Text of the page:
An estimated 20,000 to 40,000 Americans suffer from epidermolysis bullosa (EB), a collection of inherited skin diseases characterized by recurring skin blistering, often in response to minor trauma. In severe forms of the disease, patients may experience damage to other tissues and organs - including the eyes, esophagus, gastrointestinal and urinary tracts, and muscles - which can be fatal.

The most common form of EB, epidermolysis bullosa simplex (EBS), is the least severe, yet can still cause skin blistering beginning at birth when the baby’s fragile skin is subjected to the trauma of delivery. Now, research supported by the National Institute of Arthritis and Musculoskeletal and Skin Diseases (NIAMS) suggests that the risks to these children may be minimized with prenatal testing that enables doctors and prospective parents to diagnose unborn babies with EBS and take special precautions at delivery.

Prenatal diagnosis of EBS relies on finding of mutations in genes for keratin (a family of proteins that help maintain cell shape and strength) including keratin 5 (KRT5) and keratin 14 (KRT14), through chorionic villus sampling (CVS), says Jouni Uitto, M.D., Ph.D., professor and chair of the department of dermatology and cutaneous biology and professor of biochemistry and molecular biology at Philadelphia's Thomas Jefferson University. CVS is a test performed on a small sample of the placenta as early as the 10th week of pregnancy.

EBS is in most cases an autosomal dominant disease, which means that if one parent has the disease, a child has a 50/50 chance of having it as well. But Uitto’s research shows that the disease can occur more commonly than expected among children in whom neither parent has the disease. In those cases, the cause is a de novo mutation in the KRT5 or KRT14 gene in one parent's sperm or egg cells. Parents who have had one child as a result of such a mutation have been estimated to have somewhere between a one and five percent chance of having another child with the disease, making them candidates for prenatal testing and counseling, says Dr. Uitto.

In a study published in the Journal of Investigative Dermatology, Dr. Uitto and his colleagues analyzed eight pregnancies in eight families affected with EBS. In three families, one of the parents was affected. Two of the three pregnancies were positive, showing recurrence of the dominant paternally inherited mutation. In the other five families, the parents were not affected, but had a previous child with a de novo mutation. All five of those pregnancies were normal. "Clearly, these families did not request prenatal testing for termination purposes, but primarily to know if the child is affected so they can prepare for delivery in an appropriate hospital setting with expertise on this disease," says Dr. Uitto. The researchers’ next goal is to develop a test by which the disease can be detected noninvasively through a blood test that detects fetal DNA in the mother’s bloodstream, possibly as early as the 5th week of gestation.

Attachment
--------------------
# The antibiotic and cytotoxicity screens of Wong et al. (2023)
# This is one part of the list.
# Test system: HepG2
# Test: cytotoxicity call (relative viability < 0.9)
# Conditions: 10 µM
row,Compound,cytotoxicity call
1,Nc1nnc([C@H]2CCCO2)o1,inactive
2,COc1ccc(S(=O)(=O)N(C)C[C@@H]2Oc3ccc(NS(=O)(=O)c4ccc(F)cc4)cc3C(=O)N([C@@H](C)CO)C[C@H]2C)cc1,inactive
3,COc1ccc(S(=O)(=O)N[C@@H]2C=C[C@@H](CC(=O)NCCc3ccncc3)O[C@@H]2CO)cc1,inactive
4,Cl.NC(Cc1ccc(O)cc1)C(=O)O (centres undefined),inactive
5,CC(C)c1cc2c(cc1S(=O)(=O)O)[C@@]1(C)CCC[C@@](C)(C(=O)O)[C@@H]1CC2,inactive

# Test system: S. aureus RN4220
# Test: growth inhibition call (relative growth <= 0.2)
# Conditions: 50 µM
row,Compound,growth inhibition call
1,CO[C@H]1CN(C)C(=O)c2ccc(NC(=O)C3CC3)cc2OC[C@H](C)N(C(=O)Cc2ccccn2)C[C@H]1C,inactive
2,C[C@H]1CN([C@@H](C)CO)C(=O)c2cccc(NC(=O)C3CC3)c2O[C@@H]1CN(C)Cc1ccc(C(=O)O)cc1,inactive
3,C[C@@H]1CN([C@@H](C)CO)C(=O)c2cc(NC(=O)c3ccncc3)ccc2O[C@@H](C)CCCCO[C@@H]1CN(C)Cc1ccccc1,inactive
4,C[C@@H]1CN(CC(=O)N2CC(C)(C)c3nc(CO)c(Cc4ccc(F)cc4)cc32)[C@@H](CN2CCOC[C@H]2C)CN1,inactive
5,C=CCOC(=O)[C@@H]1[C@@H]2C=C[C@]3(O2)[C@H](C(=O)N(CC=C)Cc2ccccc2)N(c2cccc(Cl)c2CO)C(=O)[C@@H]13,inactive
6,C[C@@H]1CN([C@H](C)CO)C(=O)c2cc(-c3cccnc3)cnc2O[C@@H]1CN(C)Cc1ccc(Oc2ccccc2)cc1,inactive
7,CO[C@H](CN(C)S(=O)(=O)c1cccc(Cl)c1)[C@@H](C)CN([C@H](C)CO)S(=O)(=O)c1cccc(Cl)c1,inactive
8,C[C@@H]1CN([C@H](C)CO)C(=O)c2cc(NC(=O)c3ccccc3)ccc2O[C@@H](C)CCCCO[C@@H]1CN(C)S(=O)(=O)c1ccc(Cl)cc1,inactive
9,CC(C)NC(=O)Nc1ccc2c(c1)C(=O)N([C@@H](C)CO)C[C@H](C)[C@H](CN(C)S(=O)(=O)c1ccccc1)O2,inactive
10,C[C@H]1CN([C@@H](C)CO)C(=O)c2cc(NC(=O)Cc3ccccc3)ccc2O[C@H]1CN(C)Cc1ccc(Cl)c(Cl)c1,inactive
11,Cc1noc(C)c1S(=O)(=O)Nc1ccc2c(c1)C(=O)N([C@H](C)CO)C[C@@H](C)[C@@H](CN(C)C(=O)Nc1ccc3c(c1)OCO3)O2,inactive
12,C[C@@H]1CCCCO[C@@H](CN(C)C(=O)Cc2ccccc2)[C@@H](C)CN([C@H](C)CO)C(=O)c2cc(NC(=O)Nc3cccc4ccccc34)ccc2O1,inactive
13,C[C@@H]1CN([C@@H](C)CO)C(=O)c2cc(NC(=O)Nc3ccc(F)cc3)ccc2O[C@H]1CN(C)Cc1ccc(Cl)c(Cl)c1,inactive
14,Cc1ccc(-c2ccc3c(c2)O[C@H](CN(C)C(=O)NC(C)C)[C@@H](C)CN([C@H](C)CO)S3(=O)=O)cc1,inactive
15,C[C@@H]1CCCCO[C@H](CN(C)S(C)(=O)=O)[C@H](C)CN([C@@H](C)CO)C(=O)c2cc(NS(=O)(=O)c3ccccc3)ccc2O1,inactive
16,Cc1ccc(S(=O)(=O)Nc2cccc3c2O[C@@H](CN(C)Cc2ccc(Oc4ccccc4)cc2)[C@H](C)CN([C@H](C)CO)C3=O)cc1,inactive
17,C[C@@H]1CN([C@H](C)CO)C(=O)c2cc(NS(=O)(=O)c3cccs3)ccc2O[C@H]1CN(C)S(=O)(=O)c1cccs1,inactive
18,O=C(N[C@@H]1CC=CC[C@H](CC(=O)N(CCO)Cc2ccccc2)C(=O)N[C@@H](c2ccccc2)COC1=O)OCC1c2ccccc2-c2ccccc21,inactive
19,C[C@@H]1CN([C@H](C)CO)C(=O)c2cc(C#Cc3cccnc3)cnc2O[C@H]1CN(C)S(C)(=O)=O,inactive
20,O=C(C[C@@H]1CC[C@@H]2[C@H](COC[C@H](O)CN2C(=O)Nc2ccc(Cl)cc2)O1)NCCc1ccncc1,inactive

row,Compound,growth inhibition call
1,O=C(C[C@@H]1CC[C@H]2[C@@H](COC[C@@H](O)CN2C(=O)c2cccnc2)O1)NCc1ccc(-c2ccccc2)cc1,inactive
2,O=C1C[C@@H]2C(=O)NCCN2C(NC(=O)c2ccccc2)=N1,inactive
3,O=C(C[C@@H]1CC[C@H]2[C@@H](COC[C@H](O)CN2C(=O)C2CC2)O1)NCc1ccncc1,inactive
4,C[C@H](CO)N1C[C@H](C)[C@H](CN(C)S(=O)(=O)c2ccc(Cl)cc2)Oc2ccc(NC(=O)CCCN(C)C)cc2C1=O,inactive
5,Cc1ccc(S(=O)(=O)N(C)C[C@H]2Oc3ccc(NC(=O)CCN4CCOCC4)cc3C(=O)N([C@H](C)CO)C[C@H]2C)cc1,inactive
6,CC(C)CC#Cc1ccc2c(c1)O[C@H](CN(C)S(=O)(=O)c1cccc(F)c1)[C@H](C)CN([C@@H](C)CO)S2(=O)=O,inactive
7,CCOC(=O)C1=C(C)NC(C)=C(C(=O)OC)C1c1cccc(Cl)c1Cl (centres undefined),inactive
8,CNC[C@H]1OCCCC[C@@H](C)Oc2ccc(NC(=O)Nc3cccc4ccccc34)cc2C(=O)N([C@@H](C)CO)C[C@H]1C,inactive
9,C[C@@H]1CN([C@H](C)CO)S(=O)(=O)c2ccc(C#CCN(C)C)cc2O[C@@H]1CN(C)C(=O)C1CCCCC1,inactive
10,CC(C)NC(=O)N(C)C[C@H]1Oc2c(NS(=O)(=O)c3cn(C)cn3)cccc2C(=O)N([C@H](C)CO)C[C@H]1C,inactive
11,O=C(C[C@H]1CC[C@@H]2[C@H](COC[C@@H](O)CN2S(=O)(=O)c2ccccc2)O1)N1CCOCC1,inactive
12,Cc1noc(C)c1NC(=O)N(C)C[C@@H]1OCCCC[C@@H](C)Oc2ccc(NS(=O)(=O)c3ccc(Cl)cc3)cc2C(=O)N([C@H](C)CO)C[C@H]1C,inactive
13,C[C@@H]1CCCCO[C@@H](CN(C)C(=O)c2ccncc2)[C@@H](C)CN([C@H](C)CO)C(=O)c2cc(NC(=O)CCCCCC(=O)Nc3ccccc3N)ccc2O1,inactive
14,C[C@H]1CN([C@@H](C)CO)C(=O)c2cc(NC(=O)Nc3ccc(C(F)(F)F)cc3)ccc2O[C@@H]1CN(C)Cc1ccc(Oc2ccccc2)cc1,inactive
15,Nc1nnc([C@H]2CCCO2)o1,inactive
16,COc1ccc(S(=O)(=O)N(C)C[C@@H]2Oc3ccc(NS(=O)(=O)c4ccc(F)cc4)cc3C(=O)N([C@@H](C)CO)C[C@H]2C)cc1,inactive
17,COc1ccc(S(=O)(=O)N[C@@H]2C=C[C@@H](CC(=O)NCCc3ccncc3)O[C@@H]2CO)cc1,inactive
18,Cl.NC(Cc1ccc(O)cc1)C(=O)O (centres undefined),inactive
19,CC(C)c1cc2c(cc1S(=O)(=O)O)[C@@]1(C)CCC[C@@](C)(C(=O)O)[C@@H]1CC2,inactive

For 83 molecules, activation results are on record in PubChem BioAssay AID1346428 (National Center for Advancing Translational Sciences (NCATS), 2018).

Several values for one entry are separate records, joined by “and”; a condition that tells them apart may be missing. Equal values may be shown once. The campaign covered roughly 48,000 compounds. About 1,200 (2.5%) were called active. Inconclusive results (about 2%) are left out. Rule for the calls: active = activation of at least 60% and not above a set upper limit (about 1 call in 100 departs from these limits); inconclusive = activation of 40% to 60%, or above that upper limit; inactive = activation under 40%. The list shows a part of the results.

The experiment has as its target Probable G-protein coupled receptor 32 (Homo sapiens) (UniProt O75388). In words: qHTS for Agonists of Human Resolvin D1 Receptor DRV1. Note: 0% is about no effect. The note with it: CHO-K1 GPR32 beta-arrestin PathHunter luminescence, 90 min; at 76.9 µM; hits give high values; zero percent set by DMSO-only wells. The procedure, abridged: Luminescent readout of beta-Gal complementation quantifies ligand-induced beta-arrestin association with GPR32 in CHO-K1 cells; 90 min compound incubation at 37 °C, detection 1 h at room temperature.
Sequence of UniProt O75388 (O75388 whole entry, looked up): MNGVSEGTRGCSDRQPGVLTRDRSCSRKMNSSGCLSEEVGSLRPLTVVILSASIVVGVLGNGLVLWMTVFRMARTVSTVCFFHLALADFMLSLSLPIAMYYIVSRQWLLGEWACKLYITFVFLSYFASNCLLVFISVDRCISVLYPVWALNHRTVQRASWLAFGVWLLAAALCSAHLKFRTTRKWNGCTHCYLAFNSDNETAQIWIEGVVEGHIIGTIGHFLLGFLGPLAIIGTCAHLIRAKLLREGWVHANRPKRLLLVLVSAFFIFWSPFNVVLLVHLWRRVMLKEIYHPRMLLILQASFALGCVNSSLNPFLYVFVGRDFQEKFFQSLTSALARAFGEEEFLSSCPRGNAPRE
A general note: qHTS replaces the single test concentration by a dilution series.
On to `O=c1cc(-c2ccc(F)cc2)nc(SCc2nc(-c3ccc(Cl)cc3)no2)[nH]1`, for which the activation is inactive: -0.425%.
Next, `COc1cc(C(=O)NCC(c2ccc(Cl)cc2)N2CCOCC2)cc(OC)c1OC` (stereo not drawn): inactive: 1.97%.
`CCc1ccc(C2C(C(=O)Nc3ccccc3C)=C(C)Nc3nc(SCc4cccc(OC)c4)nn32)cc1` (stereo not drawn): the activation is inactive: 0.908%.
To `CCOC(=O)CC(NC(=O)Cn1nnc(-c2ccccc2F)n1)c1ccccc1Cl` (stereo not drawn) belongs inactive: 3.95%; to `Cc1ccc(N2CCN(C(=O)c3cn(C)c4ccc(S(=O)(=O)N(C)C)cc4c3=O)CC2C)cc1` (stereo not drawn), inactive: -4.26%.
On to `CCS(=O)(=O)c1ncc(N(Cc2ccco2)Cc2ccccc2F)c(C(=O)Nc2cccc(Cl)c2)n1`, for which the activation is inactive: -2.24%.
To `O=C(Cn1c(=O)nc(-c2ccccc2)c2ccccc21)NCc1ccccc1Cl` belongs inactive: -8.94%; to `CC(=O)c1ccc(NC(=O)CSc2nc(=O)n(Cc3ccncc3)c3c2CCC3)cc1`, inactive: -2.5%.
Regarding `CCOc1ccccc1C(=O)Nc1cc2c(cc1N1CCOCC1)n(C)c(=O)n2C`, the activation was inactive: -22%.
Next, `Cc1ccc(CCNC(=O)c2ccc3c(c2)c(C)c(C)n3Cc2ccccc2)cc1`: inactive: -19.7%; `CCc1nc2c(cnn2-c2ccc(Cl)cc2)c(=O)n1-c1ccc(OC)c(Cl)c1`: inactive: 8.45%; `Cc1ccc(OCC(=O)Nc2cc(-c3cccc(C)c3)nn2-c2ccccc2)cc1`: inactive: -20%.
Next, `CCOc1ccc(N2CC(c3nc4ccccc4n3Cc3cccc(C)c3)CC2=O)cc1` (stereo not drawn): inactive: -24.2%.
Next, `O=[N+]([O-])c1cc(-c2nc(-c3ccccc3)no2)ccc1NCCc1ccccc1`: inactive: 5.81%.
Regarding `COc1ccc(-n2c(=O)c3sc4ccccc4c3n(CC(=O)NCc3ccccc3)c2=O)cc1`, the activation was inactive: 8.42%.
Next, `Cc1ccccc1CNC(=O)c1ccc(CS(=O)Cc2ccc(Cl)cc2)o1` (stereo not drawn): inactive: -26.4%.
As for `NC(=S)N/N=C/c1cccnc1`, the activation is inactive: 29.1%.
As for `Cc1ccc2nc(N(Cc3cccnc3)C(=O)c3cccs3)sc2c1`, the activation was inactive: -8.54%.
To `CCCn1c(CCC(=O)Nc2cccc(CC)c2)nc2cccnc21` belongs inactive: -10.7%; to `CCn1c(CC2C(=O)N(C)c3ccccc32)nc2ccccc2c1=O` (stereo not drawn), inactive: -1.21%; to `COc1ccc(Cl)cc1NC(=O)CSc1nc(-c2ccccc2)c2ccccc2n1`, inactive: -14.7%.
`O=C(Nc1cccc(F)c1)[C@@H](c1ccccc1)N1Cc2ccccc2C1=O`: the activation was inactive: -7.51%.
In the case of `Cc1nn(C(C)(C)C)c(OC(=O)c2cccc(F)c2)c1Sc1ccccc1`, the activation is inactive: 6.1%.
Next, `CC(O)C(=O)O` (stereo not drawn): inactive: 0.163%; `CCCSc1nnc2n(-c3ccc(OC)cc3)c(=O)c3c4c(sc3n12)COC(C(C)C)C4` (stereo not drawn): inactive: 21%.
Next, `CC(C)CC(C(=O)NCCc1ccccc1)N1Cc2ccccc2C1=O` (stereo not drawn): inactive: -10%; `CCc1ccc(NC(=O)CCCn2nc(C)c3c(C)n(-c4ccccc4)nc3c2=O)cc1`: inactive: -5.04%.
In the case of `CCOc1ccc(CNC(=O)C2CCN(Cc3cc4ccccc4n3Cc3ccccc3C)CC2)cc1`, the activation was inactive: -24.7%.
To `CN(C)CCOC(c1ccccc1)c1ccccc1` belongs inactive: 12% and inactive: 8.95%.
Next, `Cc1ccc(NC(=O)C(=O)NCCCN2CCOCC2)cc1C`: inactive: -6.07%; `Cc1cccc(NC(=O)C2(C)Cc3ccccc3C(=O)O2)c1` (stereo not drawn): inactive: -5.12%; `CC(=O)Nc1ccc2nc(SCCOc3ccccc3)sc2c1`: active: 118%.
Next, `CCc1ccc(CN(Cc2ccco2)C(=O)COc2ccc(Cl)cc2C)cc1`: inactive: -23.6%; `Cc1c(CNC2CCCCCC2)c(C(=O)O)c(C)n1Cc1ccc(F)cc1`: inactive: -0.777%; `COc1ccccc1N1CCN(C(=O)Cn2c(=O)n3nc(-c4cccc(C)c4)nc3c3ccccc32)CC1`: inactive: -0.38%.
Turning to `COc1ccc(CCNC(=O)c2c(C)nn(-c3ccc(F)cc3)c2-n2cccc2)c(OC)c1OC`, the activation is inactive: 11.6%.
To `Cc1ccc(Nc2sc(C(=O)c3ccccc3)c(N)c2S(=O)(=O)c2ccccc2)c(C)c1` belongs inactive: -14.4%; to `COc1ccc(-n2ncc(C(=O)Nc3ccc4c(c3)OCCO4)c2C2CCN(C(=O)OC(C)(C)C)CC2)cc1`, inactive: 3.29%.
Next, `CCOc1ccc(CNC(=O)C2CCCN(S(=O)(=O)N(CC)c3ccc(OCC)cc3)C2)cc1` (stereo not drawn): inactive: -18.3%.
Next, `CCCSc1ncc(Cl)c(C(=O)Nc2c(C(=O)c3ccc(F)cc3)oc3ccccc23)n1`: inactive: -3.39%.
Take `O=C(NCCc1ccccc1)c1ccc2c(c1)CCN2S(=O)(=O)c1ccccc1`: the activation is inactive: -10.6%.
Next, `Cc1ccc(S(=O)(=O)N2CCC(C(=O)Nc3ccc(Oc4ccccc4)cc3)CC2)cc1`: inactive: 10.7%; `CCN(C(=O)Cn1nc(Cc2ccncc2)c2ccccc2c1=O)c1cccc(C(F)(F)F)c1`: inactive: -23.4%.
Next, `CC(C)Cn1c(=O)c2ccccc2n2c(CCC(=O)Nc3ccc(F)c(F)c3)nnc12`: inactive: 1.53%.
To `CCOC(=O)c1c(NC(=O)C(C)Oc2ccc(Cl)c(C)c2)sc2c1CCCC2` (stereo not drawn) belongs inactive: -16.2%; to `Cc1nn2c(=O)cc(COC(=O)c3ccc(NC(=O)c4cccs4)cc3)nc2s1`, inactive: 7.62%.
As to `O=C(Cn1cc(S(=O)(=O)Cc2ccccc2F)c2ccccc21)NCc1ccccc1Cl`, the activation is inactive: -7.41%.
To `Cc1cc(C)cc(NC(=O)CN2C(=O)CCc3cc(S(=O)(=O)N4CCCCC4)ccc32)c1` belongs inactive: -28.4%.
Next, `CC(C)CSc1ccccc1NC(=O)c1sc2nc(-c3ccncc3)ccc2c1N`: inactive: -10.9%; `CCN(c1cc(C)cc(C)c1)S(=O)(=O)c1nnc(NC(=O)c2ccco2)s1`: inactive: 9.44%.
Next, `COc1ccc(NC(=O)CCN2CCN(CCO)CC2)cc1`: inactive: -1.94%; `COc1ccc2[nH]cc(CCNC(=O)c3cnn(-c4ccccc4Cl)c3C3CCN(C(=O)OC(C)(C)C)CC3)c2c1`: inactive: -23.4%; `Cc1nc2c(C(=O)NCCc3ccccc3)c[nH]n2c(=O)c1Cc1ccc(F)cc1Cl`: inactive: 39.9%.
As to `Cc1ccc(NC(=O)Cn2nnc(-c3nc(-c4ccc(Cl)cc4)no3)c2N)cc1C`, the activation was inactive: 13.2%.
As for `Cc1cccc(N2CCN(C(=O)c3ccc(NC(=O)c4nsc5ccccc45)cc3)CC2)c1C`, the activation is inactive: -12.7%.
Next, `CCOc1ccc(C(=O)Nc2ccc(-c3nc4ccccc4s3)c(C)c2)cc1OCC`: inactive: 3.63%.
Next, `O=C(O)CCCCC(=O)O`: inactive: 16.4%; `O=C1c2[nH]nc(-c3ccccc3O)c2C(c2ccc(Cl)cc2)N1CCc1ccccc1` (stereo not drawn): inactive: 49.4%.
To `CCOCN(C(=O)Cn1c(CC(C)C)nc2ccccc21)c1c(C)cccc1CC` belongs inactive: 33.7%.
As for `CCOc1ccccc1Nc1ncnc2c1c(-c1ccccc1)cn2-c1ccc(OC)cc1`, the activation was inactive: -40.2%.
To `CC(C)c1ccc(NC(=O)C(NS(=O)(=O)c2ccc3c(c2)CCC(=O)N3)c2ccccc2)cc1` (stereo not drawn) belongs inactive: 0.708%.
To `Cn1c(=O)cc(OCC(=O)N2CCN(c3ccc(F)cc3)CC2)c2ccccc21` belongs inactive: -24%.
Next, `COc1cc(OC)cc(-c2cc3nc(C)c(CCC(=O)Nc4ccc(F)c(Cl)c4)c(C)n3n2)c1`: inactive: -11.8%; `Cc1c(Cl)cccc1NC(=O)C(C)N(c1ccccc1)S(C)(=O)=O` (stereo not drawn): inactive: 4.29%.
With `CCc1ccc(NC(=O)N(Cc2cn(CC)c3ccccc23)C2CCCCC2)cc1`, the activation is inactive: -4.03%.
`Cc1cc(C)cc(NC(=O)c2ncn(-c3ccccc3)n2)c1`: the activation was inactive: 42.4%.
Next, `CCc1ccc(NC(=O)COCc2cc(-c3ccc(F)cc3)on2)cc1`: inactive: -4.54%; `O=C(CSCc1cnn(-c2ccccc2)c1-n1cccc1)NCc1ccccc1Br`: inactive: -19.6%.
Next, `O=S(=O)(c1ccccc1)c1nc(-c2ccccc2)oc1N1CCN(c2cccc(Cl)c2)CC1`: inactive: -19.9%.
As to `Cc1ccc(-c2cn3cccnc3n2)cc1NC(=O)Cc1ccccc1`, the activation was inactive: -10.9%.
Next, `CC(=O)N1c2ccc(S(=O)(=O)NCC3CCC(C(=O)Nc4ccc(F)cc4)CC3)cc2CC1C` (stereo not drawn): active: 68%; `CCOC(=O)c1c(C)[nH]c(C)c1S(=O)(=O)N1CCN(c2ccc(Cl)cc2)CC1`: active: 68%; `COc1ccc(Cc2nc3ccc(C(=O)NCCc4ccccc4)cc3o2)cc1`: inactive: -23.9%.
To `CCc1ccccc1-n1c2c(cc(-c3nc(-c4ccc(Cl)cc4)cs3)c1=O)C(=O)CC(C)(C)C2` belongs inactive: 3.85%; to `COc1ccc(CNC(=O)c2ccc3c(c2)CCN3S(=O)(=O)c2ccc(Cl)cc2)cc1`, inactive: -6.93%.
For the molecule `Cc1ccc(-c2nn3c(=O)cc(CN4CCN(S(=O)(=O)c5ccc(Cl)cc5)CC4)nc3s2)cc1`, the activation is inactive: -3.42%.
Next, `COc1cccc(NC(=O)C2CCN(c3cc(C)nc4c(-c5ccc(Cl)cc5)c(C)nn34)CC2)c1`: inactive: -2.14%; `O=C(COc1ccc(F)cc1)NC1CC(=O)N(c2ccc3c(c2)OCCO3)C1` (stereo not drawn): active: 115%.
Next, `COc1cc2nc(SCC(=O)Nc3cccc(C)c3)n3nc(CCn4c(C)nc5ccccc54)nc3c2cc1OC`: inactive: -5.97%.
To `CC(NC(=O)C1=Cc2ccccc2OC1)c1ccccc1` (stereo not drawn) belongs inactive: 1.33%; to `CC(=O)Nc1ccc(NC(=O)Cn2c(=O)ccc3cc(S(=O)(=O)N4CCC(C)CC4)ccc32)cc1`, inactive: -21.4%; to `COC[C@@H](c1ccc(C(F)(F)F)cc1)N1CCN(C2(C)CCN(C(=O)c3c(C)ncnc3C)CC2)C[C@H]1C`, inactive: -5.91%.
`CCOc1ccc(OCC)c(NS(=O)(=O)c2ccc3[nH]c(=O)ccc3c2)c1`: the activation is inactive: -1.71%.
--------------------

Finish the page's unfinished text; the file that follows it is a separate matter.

The mission of the National Institute of Arthritis and Musculoskeletal and Skin Diseases (NIAMS), a part of the Department of Health and Human Services’ National Institutes of Health, is to support research into the causes, treatment, and prevention of arthritis and musculoskeletal and skin diseases; the training of basic and clinical scientists to carry out this research; and the dissemination of information on research progress in these diseases. For more information about NIAMS, call the information clearinghouse at (301) 495-4484 or (877) 22-NIAMS (free call) or visit the NIAMS Web site at

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Pfendner EG, Sadowski SG, Uitto J. Epidermolysis Bullosa Simplex: Recurrent and de novo mutations in the KRT5 and KRT14 genes, phenotype/genotype correlations, and implications for genetic counseling and prenatal diagnosis. J Invest Dermatol 2005;125:239-243.

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